Rates of As and trace-element mobilization caused by Fe reduction in mixed BTEX–ethanol experimental plumes

Environmental Science & Technology
By: , and 

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Abstract

Biodegradation of organic matter, including petroleum-based fuels and biofuels, can create undesired secondary water-quality effects. Trace elements, especially arsenic (As), have strong adsorption affinities for Fe(III) (oxyhydr)-oxides and can be released to groundwater during Fe-reducing biodegradation. We investigated the mobilization of naturally occurring As, cobalt (Co), chromium (Cr), and nickel (Ni) from wetland sediments caused by the introduction of benzene, toluene, ethylbenzene, and xylenes (BTEX) and ethanol mixtures under iron- and nitrate-reducing conditions, using in situ push–pull tests. When BTEX alone was added, results showed simultaneous onset and similar rates of Fe reduction and As mobilization. In the presence of ethanol, the maximum rates of As release and Fe reduction were higher, the time to onset of reaction was decreased, and the rates occurred in multiple stages that reflected additional processes. The concentration of As increased from <1 μg/L to a maximum of 99 μg/L, exceeding the 10 μg/L limit for drinking water. Mobilization of Co, Cr, and Ni was observed in association with ethanol biodegradation but not with BTEX. These results demonstrate the potential for trace-element contamination of drinking water during biodegradation and highlight the importance of monitoring trace elements at natural and enhanced attenuation sites.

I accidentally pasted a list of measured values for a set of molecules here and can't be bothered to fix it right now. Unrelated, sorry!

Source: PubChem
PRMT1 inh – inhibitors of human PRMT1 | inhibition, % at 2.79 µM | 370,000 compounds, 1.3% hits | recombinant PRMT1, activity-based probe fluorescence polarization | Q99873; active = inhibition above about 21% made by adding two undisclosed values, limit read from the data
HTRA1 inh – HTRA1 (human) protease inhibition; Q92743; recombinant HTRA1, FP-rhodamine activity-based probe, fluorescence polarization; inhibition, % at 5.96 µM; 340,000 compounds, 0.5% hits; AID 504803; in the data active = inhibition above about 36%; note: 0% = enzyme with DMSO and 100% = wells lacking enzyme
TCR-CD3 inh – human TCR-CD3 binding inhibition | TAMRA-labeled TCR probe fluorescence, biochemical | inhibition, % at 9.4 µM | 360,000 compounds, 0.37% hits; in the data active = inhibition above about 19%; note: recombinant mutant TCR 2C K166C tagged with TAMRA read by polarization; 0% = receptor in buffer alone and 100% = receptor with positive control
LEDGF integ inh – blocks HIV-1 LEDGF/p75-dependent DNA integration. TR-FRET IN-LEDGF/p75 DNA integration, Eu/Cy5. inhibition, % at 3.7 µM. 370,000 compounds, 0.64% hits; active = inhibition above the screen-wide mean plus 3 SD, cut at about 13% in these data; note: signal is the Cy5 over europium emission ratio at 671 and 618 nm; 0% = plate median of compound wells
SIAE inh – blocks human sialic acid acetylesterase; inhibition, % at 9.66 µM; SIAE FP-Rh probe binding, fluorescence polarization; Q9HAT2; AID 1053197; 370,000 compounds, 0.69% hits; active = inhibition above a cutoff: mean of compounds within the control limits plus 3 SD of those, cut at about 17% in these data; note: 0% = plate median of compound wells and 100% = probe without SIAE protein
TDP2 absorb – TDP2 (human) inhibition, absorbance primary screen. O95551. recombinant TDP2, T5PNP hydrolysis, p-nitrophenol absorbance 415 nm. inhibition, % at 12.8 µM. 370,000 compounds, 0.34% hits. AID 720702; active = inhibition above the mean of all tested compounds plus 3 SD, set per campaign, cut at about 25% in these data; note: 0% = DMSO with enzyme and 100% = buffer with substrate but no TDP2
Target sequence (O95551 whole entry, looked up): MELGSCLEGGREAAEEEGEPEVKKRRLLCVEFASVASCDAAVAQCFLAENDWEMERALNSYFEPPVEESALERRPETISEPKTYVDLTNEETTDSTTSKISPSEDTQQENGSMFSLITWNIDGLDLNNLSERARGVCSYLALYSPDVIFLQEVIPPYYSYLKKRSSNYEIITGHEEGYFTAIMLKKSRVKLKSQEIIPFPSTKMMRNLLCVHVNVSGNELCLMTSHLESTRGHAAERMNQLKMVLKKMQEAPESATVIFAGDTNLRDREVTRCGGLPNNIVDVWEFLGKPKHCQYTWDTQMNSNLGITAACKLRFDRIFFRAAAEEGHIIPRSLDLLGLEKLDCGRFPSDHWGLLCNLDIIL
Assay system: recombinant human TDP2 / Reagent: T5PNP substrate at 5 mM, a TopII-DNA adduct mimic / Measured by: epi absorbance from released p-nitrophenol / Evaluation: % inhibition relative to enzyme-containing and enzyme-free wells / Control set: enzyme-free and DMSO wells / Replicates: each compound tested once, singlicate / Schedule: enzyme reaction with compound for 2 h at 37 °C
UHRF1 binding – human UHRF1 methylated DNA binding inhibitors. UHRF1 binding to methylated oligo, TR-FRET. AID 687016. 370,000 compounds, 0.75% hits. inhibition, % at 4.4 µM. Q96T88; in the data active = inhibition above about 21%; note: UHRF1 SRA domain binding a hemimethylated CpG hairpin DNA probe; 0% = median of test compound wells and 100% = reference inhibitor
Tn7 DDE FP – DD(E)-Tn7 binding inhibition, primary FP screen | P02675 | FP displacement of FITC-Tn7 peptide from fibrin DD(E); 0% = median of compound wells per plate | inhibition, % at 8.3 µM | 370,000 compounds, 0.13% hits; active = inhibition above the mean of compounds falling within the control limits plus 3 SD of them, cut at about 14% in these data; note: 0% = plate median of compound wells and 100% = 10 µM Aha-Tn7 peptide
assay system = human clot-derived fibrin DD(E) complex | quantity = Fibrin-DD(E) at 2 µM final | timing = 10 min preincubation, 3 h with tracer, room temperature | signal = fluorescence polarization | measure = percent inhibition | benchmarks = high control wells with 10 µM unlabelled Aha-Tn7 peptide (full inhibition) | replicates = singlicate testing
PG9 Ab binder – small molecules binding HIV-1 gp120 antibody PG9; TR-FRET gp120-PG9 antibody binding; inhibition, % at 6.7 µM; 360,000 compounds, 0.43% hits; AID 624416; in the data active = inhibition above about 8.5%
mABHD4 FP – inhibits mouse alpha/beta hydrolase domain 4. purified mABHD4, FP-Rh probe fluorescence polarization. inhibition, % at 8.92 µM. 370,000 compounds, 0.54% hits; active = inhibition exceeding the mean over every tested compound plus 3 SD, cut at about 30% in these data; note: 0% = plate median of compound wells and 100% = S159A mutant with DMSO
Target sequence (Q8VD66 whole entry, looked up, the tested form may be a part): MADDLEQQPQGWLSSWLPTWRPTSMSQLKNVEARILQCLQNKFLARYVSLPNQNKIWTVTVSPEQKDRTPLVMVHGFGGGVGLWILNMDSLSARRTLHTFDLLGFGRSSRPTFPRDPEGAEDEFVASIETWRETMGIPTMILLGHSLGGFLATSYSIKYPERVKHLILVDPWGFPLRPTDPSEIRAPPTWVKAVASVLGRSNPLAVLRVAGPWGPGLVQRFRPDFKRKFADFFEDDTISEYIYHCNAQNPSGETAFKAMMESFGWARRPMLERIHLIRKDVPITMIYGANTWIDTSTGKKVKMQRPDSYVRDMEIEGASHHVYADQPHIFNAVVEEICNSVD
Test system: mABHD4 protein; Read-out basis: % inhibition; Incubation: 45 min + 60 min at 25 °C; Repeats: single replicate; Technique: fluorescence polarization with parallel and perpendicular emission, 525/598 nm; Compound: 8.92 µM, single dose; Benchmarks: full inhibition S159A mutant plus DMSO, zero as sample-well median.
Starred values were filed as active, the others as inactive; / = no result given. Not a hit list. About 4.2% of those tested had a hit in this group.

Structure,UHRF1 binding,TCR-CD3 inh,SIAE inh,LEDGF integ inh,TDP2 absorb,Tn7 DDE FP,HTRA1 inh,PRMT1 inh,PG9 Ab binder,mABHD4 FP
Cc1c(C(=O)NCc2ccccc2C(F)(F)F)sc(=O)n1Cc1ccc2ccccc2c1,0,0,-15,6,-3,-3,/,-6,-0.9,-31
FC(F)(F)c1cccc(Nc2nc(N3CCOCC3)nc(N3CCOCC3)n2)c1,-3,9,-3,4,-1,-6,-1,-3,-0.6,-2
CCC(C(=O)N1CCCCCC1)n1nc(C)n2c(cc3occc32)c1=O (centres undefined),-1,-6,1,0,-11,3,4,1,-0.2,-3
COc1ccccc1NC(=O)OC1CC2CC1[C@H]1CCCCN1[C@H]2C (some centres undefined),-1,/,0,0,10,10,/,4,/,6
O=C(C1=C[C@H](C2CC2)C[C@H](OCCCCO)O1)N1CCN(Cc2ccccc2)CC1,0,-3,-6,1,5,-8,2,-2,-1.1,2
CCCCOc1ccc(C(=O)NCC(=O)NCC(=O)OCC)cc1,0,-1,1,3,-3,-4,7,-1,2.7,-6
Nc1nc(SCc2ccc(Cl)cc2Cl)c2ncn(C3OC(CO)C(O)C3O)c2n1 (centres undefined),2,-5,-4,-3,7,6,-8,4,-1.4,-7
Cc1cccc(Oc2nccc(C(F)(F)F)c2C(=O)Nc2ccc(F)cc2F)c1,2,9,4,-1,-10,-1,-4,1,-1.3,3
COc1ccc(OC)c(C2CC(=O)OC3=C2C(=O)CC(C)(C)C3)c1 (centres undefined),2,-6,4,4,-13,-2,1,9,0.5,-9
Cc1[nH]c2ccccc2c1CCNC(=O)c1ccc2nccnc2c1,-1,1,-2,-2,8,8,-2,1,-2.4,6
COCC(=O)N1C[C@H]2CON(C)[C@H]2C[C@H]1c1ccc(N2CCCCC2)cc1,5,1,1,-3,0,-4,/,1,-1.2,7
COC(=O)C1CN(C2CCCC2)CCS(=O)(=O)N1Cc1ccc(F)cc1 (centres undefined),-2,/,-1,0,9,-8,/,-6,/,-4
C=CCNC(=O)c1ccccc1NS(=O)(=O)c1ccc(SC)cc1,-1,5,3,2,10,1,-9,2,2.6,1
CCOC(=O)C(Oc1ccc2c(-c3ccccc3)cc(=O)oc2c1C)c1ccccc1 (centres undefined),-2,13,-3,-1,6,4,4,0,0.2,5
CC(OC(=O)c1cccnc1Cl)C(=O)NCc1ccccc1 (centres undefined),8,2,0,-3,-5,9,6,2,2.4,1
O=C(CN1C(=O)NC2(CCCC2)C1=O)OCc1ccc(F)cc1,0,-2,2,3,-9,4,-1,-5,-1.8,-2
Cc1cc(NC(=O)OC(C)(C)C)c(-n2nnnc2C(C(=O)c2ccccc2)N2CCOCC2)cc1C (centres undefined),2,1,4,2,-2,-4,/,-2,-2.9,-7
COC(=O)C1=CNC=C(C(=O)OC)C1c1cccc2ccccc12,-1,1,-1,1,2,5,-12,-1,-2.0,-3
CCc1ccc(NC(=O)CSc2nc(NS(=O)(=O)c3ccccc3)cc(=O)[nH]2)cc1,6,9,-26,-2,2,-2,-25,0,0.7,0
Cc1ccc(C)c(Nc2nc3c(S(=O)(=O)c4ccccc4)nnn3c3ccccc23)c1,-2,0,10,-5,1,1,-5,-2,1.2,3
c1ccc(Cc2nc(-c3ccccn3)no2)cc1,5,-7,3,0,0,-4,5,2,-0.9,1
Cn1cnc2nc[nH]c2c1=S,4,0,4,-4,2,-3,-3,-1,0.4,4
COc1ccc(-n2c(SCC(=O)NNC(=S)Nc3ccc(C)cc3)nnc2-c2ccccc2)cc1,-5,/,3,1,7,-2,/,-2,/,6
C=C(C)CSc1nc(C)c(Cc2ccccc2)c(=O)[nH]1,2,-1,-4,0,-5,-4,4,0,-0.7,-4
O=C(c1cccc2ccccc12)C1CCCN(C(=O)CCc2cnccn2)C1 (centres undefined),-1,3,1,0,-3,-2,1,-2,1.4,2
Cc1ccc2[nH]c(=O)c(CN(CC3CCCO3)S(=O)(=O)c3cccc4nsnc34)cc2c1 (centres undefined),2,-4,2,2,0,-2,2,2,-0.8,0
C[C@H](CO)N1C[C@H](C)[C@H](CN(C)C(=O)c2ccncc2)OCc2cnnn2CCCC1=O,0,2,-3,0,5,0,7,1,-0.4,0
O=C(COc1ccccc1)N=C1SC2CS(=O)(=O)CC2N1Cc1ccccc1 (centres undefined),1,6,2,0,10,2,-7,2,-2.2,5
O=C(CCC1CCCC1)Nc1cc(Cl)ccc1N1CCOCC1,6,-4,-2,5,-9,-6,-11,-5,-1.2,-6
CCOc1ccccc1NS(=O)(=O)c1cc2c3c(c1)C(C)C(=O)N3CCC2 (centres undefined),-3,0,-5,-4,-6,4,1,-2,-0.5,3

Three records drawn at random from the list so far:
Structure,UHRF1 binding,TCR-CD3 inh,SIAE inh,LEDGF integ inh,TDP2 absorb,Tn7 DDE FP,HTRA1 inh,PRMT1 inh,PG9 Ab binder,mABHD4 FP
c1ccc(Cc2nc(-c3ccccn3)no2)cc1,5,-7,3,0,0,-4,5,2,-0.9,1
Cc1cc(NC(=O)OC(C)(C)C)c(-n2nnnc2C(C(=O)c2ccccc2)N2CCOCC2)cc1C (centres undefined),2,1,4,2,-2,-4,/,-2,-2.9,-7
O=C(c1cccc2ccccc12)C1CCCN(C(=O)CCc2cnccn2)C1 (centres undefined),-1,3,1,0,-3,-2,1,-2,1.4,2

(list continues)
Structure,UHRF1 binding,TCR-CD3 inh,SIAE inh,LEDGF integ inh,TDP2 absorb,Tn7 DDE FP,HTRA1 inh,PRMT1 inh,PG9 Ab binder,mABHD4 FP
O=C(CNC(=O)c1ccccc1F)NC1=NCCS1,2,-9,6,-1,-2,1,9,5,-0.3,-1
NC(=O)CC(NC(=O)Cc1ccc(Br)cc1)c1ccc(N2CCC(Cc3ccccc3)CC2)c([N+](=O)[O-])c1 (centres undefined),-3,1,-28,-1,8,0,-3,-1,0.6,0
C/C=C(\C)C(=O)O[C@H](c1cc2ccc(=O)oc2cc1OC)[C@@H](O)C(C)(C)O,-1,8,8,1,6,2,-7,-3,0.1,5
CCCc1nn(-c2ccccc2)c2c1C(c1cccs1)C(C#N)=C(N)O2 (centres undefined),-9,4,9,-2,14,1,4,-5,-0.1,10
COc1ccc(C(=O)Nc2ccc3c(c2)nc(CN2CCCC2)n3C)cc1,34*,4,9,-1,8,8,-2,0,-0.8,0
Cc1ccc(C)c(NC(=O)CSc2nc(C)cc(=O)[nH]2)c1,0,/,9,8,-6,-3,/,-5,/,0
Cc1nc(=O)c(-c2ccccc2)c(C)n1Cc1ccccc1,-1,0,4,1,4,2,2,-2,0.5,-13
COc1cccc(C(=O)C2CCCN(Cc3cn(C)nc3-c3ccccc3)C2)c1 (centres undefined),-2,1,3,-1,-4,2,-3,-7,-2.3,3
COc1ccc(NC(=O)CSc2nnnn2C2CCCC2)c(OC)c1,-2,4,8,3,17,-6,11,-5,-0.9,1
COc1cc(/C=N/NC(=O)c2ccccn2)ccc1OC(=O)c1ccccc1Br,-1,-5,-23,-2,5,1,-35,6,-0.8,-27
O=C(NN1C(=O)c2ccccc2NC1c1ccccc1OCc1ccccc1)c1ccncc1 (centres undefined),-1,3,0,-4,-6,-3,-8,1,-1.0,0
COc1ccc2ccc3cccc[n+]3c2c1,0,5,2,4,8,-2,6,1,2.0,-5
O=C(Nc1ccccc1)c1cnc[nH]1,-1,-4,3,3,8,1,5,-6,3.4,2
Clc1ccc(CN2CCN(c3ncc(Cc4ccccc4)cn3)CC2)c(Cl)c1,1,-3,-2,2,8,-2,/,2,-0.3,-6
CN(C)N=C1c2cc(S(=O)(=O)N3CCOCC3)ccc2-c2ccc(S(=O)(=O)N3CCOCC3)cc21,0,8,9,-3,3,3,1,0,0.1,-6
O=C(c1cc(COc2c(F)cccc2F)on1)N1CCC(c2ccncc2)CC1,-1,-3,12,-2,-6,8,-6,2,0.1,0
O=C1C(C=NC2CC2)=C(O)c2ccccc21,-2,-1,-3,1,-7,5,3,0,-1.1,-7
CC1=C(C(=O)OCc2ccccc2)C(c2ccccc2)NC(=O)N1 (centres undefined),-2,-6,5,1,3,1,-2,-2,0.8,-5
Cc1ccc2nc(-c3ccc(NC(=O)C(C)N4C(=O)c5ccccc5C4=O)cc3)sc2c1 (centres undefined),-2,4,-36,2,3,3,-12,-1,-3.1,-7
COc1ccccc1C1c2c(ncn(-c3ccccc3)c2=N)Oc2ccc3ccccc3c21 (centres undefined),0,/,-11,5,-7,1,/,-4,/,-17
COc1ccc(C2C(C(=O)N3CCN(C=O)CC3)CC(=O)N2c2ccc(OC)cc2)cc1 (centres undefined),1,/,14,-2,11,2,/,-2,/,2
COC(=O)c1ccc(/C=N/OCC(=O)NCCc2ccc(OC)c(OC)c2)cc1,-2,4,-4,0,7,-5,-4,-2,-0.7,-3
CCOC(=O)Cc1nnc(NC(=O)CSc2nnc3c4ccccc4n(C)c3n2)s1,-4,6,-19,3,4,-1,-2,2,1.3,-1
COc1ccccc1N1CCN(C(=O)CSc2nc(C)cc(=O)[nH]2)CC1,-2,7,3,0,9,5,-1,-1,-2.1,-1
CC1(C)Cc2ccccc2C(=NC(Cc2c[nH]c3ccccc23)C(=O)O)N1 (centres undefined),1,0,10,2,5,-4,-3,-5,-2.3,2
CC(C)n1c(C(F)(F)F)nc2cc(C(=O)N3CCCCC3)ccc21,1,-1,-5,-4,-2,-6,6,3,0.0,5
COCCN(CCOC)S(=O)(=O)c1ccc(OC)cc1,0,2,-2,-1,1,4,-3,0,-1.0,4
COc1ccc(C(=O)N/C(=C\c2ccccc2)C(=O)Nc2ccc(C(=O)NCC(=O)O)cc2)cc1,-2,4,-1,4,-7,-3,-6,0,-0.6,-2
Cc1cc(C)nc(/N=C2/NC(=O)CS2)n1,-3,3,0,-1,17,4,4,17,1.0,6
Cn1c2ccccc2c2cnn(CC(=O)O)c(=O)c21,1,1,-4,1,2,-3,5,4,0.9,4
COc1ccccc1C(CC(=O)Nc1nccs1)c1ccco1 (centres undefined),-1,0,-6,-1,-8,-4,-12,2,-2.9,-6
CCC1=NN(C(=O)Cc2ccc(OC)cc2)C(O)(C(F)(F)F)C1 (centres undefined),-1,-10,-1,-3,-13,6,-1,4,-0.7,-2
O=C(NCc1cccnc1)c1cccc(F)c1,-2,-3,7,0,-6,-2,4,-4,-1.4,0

Additional publication details

Publication type Article
Publication Subtype Journal Article
Title Rates of As and trace-element mobilization caused by Fe reduction in mixed BTEX–ethanol experimental plumes
Series title Environmental Science & Technology
DOI 10.1021/acs.est.5b02341
Volume 49
Issue 22
Year Published 2015
Language English
Publisher ACS
Contributing office(s) National Research Program - Eastern Branch, Toxic Substances Hydrology Program
Description 11 p.
First page 13179
Last page 13189